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Why Texas’ poor job of caring for kids makes it critical to get the 2020 census right


July 5, 2018
Dallas Morning News

Texas prides itself on a robust economy and thriving communities — but too often the state does a poor job of taking care of its youngest citizens.

The just-released 2018 Kids Count Data Book by the Annie E. Casey Foundation ranks Texas 43rd in overall child well-being, making it one of the 10 worst states for kids.

Though there were a few improvements in the report — more Texas kids being insured and fewer living in poverty — those gains didn’t keep children in the state from being among the poorest (37th) or near the very bottom in percentage without health insurance (48th). The numbers were little better in education, with the state ranked 32nd.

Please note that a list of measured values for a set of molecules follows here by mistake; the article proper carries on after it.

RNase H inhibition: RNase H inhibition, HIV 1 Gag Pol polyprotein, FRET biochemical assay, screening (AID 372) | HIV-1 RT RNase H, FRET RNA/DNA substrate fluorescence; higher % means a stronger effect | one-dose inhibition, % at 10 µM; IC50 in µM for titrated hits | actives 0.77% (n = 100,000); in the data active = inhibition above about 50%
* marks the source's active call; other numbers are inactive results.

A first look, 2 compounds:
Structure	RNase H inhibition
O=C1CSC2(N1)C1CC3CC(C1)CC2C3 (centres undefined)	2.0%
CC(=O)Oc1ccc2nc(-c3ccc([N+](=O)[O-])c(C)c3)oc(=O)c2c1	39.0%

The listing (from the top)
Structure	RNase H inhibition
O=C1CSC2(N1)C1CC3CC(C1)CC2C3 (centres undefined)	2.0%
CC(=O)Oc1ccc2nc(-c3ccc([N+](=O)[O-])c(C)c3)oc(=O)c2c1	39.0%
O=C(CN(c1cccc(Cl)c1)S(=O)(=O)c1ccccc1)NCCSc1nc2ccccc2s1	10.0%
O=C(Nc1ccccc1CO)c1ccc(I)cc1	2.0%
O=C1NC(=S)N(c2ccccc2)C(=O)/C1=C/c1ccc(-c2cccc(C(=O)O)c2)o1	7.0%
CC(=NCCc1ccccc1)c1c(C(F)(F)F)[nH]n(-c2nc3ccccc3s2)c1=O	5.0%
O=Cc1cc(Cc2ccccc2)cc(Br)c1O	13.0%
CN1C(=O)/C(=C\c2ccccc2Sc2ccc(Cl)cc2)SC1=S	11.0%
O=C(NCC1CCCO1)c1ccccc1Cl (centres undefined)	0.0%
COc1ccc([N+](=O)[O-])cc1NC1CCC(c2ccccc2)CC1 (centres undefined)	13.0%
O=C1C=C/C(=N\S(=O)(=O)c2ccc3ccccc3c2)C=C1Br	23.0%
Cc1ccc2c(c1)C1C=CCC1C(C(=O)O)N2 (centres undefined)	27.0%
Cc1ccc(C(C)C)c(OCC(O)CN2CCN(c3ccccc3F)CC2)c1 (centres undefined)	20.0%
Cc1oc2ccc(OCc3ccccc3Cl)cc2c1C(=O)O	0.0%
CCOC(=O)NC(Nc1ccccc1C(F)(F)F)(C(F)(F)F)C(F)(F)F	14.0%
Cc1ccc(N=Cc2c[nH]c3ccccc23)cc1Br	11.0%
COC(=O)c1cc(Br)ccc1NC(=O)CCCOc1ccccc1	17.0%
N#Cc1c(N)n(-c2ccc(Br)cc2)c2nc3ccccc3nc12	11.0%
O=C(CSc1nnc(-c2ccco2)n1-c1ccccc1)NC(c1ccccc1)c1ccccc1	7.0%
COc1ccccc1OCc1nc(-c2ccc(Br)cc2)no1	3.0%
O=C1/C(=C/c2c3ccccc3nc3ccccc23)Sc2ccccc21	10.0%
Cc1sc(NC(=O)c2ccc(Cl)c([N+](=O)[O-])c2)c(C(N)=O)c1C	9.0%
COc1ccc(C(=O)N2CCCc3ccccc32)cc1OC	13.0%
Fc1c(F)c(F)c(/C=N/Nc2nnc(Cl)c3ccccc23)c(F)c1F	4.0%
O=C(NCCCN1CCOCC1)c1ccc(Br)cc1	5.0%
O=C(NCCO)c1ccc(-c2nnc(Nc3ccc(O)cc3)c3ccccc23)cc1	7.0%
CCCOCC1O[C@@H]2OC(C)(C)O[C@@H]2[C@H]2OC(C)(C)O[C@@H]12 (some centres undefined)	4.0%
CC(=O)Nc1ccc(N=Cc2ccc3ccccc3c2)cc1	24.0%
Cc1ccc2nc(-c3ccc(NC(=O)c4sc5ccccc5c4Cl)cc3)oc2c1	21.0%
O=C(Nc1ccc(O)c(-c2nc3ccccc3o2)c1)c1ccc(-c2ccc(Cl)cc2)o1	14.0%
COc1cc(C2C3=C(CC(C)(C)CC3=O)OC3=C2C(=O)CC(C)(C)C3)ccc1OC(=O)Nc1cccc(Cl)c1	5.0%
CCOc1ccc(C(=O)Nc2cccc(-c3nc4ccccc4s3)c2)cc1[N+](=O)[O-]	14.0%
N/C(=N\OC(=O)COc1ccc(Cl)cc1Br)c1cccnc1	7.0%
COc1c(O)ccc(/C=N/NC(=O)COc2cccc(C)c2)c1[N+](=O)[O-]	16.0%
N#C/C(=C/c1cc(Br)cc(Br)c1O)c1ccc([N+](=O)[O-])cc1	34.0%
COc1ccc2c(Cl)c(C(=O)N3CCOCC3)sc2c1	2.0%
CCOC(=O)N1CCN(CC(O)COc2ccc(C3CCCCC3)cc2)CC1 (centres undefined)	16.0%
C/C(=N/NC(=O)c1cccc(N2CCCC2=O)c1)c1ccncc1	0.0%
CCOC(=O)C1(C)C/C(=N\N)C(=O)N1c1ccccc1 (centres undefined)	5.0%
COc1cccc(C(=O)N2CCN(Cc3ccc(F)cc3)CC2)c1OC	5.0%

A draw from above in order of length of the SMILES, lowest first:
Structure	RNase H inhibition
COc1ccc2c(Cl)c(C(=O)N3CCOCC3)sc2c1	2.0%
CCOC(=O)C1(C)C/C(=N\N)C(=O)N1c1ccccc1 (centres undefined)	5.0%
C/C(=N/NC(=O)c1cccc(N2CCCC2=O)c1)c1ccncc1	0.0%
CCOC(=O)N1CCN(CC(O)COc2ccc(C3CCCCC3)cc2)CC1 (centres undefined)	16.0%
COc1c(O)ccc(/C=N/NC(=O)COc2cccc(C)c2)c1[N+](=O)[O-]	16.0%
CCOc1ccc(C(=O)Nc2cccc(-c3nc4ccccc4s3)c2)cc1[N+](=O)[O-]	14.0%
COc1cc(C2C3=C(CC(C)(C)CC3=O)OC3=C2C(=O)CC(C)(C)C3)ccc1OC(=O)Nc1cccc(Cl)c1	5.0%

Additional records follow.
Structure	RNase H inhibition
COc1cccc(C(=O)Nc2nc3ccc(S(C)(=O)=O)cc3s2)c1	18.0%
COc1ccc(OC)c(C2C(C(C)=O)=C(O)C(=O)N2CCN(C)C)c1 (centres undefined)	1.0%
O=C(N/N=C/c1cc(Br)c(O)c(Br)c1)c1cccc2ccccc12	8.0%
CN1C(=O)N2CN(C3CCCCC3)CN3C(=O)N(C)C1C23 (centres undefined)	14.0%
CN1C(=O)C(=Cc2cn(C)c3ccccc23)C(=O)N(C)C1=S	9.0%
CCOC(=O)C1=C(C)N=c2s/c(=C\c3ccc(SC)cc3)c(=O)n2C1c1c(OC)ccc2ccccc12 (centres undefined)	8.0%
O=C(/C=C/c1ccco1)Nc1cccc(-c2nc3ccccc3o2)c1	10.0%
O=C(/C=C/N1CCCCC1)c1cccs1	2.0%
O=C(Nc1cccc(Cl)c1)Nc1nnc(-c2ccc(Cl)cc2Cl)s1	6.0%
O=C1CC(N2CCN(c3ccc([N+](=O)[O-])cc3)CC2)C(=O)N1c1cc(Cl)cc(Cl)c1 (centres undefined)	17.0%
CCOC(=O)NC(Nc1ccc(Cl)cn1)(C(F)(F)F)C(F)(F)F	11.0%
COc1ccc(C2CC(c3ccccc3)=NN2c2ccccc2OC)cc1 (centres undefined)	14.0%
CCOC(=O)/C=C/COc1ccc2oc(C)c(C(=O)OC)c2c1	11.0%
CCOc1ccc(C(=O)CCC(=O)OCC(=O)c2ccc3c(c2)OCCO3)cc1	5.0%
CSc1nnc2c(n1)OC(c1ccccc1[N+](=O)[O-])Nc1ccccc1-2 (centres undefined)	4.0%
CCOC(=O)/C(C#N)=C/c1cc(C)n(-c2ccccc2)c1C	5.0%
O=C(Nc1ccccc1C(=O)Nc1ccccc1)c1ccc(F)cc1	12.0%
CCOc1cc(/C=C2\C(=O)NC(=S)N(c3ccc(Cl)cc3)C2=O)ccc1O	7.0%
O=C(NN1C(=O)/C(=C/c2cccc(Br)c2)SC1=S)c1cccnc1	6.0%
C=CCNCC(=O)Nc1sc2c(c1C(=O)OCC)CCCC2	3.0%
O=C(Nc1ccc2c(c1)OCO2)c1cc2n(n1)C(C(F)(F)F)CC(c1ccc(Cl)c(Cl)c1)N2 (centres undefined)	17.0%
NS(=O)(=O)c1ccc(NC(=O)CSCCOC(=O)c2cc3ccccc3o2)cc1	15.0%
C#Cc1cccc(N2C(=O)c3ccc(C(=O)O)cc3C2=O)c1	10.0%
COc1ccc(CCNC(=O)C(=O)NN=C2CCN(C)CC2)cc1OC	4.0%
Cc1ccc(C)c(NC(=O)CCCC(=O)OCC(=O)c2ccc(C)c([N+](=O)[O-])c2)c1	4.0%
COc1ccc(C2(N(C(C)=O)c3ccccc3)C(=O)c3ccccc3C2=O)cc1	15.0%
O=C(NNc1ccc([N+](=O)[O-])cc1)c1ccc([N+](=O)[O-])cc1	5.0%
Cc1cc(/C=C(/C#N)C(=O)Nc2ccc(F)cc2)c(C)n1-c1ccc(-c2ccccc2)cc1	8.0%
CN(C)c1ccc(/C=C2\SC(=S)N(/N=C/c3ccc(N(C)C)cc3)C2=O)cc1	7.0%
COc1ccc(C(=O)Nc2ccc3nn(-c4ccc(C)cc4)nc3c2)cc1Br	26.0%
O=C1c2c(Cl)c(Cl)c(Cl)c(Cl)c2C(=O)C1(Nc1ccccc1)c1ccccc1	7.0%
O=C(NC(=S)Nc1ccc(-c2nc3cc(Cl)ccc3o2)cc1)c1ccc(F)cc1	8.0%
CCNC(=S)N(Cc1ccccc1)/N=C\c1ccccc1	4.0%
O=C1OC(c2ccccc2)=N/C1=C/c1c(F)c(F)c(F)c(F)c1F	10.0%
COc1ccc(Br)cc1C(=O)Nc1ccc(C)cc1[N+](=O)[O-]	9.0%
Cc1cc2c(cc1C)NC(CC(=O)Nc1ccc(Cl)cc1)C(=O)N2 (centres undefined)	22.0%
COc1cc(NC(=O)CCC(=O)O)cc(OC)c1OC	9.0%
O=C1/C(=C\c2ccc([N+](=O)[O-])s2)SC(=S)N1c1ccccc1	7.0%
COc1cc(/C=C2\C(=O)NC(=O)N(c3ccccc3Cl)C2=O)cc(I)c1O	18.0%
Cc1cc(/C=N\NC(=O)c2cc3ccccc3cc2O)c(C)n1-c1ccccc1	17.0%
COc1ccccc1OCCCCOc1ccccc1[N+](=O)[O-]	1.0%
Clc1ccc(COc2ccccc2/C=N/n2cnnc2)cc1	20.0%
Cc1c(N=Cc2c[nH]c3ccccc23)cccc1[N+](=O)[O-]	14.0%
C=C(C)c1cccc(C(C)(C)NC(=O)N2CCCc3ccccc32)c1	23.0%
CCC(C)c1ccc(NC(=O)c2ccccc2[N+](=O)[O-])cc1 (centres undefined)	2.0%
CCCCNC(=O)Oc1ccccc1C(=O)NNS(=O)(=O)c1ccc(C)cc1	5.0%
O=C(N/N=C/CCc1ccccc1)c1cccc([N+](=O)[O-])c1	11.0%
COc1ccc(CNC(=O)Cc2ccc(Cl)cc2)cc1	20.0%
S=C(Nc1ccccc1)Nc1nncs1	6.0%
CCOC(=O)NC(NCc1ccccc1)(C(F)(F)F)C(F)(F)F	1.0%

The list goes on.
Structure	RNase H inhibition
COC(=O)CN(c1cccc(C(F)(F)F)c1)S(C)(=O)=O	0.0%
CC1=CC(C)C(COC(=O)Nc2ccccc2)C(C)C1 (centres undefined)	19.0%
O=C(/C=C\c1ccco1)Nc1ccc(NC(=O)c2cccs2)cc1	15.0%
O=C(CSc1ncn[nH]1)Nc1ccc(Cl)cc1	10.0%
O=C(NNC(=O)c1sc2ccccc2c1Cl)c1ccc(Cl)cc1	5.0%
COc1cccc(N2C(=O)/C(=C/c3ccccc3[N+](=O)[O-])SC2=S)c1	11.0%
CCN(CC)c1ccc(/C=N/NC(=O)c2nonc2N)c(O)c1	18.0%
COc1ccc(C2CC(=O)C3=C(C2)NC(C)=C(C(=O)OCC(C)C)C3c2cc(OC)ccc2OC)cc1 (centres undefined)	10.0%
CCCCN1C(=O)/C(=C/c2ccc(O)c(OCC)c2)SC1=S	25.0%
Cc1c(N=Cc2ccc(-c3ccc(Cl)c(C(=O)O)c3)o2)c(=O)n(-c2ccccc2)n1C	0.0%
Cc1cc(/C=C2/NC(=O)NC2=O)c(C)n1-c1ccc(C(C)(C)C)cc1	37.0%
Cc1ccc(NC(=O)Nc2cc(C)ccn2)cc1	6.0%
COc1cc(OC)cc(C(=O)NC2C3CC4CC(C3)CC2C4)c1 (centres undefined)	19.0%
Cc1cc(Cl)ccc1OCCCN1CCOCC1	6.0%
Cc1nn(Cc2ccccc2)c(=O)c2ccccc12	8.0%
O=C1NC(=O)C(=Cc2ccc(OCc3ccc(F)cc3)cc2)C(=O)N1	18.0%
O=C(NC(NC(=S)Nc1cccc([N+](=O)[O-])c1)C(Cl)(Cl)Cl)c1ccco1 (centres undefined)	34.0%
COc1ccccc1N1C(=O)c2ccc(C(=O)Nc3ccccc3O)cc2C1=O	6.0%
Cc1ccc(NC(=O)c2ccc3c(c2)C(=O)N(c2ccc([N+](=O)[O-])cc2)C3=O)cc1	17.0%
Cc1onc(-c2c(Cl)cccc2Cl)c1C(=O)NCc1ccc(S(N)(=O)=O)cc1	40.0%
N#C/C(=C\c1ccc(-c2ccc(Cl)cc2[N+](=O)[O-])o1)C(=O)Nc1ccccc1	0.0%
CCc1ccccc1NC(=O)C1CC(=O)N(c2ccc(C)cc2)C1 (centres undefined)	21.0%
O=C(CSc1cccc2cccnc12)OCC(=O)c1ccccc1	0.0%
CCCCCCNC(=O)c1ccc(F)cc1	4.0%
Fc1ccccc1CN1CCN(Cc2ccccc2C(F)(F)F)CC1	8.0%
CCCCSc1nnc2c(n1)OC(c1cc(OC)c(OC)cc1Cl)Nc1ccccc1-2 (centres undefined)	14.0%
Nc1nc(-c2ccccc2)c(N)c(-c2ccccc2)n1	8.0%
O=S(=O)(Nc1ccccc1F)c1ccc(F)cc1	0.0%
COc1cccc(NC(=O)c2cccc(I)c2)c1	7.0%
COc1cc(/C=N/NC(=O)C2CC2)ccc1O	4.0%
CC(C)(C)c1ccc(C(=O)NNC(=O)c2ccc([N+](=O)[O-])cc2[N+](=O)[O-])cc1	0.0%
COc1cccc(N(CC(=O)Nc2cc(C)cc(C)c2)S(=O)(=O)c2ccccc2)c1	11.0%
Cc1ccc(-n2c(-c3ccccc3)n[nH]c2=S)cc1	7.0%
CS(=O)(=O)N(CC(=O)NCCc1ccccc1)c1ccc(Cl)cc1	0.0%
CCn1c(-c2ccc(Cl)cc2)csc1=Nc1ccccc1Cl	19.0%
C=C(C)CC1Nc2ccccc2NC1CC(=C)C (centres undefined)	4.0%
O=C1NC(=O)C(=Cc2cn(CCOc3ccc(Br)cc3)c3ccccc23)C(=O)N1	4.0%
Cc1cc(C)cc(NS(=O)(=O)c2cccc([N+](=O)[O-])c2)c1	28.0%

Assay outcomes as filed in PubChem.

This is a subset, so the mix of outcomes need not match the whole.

Among the messages that the report drives home is the critical need for elected officials and community leaders to work doubletime to ensure an accurate 2020 census, especially when it comes to children. That count is used for divvying up $600 billion in federal spending on everything from Medicaid and housing to education and food programs.

No count is perfect, an estimated 1 million children nationally were missed in 2010, and Texas has traditionally had some of the hardest areas to count. So advocates and researchers are sounding the alarm that this count could be even worse.